What really surprised me was the narrative. I don't know why, maybe because of how the marketing was set it, but I didn't expect all these flashbacks. I really enjoyed it, but I think that's what's great about the marketing, that it subverted expectations to a certain degree, but when you get to see it, it's unlike anything you can imagine.
David S. Goyer: Look, (producer) Chris (Nolan) was a big proponent of holding a lot of things back, and slowly dribbling them out. There's been a lot of material that has been released fairly recently, and some people have said, 'Oh my God, I don't want to see anymore because it's going to reveal too much.' In truth, they might have released five to six minutes of the movie, total. There's so much that people haven't even seen yet.
Especially with this day and age, where everyone speculates about certain things, as you're well aware of on the Batman movies, but we didn't really have a whole lot with this one. You knew who you had coming in, there wasn't much speculation about Luthor or anything like that.
David S. Goyer: There's been some speculation, but most of it has been wrong, which is, I think, a testament to the fact that we just kept our mouths shut.
There is that Easter Egg though.
There was a rumor going around about Jenny, and how she might be a female version of Jimmy Olsen.
David S. Goyer: That was, primarily, just the fans going crazy. There wasn't a deliberate decision to gender-swap Jimmy Olsen.
When I was on the Smallville set (in Plano, Illinois), there was so much destruction there. Did it take a lot of work to find a place that would be right for a shoot like that?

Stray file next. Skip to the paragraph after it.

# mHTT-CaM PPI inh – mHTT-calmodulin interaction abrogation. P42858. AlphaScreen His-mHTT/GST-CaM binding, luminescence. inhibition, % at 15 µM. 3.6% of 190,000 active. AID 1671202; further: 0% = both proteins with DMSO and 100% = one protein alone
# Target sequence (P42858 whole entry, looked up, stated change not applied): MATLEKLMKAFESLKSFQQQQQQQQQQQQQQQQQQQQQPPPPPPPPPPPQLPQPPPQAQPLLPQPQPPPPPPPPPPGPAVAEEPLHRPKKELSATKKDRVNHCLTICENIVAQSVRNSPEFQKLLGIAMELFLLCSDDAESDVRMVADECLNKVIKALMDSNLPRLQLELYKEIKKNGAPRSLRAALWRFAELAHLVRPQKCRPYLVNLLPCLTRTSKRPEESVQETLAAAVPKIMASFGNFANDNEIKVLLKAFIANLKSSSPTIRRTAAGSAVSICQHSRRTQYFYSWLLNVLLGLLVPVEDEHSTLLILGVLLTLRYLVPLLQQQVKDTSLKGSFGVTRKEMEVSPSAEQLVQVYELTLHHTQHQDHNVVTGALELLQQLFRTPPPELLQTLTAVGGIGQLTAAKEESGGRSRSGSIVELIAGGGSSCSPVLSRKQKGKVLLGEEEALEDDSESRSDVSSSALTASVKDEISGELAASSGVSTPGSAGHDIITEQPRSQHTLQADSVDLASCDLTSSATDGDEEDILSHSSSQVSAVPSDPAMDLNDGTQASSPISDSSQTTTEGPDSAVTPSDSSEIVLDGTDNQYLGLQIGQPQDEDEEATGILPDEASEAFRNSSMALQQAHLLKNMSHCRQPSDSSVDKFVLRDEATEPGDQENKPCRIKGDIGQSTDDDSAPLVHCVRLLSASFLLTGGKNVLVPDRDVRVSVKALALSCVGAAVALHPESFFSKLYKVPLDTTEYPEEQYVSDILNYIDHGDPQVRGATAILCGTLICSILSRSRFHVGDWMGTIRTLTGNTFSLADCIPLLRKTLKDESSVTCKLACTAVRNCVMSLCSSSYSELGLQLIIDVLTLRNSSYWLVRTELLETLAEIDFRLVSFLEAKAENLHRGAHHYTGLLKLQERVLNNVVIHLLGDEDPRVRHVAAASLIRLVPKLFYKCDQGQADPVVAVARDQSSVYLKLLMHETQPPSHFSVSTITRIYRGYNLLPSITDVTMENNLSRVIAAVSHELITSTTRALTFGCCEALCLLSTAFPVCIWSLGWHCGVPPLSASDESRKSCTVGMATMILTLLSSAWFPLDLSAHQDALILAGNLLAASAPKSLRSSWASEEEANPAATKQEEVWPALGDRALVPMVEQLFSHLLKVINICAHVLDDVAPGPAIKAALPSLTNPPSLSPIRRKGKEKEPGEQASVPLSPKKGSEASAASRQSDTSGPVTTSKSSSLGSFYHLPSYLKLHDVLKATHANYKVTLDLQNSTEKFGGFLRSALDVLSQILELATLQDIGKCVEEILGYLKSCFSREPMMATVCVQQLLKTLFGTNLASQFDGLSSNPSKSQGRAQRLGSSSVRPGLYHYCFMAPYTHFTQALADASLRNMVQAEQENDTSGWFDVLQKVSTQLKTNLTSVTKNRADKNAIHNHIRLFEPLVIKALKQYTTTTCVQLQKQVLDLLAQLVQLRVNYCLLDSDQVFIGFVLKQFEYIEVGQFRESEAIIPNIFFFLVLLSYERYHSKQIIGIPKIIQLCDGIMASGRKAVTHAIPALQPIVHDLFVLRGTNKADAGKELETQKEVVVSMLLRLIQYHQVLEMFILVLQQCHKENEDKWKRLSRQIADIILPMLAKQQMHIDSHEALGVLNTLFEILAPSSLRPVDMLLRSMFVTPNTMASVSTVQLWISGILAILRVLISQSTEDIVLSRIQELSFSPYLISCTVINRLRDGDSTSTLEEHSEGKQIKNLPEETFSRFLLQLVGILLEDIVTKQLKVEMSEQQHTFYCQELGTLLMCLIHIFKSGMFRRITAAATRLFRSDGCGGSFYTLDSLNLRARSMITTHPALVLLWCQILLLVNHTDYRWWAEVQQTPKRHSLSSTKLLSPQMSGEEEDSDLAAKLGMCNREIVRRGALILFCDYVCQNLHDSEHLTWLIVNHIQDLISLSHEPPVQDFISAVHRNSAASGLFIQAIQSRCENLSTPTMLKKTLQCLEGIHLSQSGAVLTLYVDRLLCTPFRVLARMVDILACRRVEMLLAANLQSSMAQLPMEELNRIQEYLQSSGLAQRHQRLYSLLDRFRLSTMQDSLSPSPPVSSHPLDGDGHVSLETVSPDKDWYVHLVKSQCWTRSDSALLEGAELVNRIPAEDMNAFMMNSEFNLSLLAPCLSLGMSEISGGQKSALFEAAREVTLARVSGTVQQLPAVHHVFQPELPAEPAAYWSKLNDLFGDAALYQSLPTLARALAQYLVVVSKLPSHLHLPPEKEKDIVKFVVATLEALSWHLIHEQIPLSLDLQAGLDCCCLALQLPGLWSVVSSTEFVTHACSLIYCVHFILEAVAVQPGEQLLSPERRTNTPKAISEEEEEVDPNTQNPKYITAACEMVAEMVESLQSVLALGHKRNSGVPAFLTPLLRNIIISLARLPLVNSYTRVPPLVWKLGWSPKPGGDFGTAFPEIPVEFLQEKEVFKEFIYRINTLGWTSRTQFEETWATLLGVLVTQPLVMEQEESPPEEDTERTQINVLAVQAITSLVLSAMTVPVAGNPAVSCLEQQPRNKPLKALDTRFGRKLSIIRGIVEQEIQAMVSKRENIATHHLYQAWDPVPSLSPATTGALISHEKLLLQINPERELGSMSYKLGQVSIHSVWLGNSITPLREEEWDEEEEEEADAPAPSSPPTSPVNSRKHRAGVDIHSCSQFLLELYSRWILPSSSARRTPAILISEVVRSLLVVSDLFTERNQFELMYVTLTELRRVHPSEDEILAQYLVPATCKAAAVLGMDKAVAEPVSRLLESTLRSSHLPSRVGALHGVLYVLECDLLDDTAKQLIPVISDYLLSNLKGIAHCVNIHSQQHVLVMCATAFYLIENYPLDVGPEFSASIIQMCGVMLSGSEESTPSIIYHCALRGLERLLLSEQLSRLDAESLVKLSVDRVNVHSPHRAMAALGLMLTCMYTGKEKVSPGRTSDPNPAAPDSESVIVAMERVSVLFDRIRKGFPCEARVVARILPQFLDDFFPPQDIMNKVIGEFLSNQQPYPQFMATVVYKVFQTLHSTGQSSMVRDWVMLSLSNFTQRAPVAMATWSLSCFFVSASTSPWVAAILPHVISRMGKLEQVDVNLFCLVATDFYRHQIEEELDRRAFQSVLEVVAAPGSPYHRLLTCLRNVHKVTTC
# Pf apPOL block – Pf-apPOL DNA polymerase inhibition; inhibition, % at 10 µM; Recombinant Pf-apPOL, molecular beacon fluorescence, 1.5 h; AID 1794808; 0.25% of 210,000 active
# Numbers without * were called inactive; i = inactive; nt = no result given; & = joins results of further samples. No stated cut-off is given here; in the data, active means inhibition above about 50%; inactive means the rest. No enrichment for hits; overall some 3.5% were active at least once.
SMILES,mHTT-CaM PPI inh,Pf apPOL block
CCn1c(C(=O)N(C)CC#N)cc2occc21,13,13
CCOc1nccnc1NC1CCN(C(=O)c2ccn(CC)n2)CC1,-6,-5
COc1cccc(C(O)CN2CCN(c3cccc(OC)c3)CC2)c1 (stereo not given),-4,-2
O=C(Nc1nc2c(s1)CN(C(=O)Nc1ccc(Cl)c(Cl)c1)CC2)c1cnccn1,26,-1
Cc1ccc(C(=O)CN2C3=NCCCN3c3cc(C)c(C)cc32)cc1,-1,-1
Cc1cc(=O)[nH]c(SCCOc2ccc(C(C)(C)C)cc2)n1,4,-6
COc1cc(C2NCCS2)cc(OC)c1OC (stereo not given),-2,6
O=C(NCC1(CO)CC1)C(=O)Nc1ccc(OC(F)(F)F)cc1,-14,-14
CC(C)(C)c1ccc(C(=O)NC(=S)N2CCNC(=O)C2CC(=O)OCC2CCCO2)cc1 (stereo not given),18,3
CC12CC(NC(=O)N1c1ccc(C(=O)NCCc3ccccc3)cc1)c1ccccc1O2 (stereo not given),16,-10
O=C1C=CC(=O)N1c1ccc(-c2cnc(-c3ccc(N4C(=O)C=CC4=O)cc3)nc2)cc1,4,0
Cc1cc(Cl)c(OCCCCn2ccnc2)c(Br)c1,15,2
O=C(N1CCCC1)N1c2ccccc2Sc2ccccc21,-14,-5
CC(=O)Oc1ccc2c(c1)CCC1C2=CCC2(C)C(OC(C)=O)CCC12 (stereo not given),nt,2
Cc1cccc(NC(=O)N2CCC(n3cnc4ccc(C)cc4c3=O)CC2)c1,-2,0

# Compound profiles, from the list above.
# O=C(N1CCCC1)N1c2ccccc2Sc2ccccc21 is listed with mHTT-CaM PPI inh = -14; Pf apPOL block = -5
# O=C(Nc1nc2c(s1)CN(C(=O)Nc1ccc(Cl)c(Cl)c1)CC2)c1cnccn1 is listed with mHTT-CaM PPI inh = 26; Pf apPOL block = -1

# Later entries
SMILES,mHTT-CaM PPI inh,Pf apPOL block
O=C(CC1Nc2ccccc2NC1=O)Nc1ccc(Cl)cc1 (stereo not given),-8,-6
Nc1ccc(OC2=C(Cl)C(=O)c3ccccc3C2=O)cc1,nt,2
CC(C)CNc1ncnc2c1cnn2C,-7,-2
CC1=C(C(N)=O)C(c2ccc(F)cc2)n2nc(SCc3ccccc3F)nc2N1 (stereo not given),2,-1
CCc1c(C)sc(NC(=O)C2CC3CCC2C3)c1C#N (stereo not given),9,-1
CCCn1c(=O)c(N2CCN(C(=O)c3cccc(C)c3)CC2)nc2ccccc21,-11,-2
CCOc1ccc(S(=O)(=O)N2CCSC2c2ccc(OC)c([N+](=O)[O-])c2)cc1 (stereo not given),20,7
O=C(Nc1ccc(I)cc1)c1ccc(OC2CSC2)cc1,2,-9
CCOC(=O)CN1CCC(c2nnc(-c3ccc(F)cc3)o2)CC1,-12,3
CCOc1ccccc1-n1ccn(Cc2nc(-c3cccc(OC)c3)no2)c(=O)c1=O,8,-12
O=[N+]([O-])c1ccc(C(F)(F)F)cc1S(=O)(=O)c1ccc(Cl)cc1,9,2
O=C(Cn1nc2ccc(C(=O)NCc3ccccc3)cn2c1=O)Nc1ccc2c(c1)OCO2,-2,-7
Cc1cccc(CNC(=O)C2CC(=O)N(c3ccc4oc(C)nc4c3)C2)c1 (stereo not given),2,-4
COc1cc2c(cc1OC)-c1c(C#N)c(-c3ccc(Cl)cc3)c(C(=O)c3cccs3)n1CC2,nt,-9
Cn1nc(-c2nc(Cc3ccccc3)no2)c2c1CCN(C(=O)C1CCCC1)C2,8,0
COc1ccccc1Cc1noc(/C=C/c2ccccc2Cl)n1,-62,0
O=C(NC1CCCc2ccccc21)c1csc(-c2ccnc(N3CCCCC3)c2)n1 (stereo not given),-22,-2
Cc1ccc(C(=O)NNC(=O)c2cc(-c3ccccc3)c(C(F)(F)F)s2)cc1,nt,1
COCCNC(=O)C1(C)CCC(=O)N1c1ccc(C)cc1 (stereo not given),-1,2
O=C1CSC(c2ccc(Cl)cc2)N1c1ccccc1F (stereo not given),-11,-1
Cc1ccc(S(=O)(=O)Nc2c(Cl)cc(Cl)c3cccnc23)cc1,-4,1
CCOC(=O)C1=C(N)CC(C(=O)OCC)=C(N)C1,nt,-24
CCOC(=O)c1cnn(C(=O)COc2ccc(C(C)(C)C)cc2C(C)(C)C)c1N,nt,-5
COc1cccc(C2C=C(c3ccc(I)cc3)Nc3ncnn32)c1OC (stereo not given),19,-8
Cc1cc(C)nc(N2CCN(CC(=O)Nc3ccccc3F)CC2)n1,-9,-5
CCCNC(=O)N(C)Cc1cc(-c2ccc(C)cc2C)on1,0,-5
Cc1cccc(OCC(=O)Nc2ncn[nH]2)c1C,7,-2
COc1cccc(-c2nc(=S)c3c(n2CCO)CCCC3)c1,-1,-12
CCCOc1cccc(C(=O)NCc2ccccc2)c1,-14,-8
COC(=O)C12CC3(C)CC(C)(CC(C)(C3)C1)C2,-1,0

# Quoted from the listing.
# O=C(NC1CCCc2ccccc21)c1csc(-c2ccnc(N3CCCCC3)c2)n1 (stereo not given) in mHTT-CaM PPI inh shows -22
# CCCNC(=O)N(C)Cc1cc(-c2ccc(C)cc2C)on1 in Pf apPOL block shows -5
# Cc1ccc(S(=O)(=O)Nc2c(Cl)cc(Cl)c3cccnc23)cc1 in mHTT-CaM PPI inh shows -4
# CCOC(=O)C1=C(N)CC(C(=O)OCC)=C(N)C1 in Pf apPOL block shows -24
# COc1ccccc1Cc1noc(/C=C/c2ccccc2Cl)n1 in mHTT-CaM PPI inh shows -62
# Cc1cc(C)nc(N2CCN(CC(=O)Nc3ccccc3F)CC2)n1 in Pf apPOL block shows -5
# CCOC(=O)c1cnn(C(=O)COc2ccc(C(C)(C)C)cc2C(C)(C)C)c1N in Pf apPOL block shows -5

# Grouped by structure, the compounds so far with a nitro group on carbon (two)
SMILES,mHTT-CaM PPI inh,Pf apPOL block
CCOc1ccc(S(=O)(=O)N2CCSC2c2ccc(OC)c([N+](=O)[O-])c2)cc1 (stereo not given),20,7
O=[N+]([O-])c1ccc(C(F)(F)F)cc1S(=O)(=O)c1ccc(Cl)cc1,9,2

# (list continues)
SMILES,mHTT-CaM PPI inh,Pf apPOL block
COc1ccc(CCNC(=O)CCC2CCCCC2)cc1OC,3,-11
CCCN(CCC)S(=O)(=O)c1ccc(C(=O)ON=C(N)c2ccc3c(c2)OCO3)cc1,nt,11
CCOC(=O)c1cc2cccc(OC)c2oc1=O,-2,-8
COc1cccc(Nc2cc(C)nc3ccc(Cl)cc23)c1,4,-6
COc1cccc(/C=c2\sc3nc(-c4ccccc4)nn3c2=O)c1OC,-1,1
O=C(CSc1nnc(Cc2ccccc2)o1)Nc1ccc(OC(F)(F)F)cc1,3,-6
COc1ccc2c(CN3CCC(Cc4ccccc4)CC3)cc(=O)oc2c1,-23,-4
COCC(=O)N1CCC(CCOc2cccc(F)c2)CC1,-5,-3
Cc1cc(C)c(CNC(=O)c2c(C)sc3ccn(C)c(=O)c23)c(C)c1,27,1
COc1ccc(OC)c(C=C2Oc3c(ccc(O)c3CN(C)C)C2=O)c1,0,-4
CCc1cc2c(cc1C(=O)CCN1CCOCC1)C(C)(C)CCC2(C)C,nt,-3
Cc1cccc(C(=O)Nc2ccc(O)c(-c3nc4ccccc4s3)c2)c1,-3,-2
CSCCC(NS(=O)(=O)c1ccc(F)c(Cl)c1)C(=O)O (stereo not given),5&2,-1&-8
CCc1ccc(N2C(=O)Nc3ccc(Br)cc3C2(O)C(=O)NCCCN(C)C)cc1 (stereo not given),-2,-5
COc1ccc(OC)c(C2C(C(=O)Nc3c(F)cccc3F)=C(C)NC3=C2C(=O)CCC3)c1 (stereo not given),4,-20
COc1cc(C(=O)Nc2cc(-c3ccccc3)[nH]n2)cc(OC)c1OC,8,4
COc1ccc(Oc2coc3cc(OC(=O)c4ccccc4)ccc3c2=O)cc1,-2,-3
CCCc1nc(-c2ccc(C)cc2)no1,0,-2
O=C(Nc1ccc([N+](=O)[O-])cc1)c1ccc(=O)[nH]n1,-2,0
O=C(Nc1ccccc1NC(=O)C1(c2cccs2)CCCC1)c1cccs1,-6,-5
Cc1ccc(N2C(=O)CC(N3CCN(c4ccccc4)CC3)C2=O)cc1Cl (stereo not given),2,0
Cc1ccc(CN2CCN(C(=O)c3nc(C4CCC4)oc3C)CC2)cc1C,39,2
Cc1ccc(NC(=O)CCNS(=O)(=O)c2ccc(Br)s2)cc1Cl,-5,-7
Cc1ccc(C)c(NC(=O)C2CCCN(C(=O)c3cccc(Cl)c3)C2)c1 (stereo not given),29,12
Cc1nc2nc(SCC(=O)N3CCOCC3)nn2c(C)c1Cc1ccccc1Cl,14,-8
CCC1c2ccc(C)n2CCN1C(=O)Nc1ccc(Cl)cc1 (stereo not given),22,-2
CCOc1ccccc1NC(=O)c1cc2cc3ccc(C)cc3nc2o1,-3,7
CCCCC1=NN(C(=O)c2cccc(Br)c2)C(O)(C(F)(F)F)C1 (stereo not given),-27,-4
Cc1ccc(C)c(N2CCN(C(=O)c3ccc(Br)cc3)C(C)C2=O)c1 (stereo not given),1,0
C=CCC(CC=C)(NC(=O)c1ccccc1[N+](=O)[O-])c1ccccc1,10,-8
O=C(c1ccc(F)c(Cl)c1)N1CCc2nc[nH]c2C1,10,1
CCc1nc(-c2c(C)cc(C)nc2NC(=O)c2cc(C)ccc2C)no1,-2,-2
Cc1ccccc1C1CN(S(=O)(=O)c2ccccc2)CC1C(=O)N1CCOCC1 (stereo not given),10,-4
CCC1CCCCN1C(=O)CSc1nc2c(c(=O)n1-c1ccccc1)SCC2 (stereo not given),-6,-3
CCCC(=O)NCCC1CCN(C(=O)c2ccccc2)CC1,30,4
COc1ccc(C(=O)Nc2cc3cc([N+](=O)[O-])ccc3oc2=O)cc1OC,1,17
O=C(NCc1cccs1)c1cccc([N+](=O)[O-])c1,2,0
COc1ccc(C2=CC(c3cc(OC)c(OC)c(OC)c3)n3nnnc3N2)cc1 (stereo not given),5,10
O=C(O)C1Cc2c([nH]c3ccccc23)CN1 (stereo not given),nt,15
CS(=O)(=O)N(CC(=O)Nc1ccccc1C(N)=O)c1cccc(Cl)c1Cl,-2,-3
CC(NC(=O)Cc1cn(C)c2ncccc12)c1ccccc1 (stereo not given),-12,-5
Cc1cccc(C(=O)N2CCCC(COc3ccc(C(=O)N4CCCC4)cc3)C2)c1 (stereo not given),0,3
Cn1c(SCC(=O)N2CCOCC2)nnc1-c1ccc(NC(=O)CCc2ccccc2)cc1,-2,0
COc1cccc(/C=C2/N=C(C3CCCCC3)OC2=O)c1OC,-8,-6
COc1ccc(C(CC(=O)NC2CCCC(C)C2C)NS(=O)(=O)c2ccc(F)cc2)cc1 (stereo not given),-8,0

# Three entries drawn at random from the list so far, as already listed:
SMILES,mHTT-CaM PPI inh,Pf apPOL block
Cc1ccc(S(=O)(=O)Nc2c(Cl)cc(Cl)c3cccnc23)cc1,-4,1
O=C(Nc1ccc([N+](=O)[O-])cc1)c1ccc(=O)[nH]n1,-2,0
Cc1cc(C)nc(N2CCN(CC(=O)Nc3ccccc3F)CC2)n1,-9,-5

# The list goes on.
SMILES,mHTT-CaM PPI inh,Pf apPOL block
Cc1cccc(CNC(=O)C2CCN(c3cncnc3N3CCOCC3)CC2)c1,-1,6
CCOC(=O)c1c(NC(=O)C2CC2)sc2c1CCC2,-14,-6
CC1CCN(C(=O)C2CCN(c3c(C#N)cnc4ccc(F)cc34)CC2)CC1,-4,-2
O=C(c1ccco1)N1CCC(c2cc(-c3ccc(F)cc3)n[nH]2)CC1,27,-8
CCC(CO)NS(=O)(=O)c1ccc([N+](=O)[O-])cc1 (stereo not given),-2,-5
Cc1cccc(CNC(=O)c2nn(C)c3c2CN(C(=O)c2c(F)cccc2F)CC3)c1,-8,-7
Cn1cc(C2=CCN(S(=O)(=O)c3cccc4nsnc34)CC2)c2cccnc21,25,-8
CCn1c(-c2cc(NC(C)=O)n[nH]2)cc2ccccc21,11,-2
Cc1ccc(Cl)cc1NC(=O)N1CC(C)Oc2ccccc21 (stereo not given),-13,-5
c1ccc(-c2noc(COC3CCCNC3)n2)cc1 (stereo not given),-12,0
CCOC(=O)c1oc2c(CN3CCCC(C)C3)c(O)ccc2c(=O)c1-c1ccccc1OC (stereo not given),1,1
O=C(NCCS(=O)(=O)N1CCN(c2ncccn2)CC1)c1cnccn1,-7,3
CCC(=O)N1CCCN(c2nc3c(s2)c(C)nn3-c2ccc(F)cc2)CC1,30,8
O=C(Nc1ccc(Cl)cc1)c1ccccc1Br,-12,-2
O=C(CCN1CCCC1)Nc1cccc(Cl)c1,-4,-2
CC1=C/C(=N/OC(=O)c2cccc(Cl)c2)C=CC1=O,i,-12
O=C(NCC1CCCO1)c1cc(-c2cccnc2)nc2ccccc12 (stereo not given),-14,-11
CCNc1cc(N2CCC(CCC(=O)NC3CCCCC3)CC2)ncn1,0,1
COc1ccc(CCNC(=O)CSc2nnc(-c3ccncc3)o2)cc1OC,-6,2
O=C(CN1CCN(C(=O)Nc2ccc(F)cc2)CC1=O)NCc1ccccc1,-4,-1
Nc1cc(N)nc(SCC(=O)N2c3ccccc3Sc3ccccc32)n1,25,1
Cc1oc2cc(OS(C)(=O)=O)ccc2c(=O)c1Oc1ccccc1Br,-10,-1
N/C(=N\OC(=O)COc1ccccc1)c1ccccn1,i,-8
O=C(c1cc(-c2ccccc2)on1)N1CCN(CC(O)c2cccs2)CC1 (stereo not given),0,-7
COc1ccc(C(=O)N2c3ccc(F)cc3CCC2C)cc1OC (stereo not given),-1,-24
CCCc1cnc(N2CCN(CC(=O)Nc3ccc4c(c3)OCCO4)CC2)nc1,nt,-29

David S. Goyer: Sure. I mean I wasn't involved in all the location scouts. I went on a couple of little scouts, but yeah, we had to find a small town that was relatively close to a large production hub (Chicago). We had to find a town that would play ball, and the people of Plano were amazing. We had a large footprint, and we were there for a long time. One of the things that's funny, though, is they had to plant all that corn. They were worried that it wouldn't be ready in time. We couldn't find a house by a cornfield, or a cornfield by a house, so, in the end, they built the house from scratch, and planted the corn, they did both.
Is there anything further in this DC Universe that you're working on, that you can talk about?
David S. Goyer: You know, I've been working on this film for three years. It comes out in two weeks. It'd be disingenuous to say that Warner Bros. doesn't have hopes, but, at this point, we just want the film to come out, and everybody hope it will do well. Then, we'll see where we'll go from there.
I think it will do phenomenally well.
David S. Goyer: Thanks.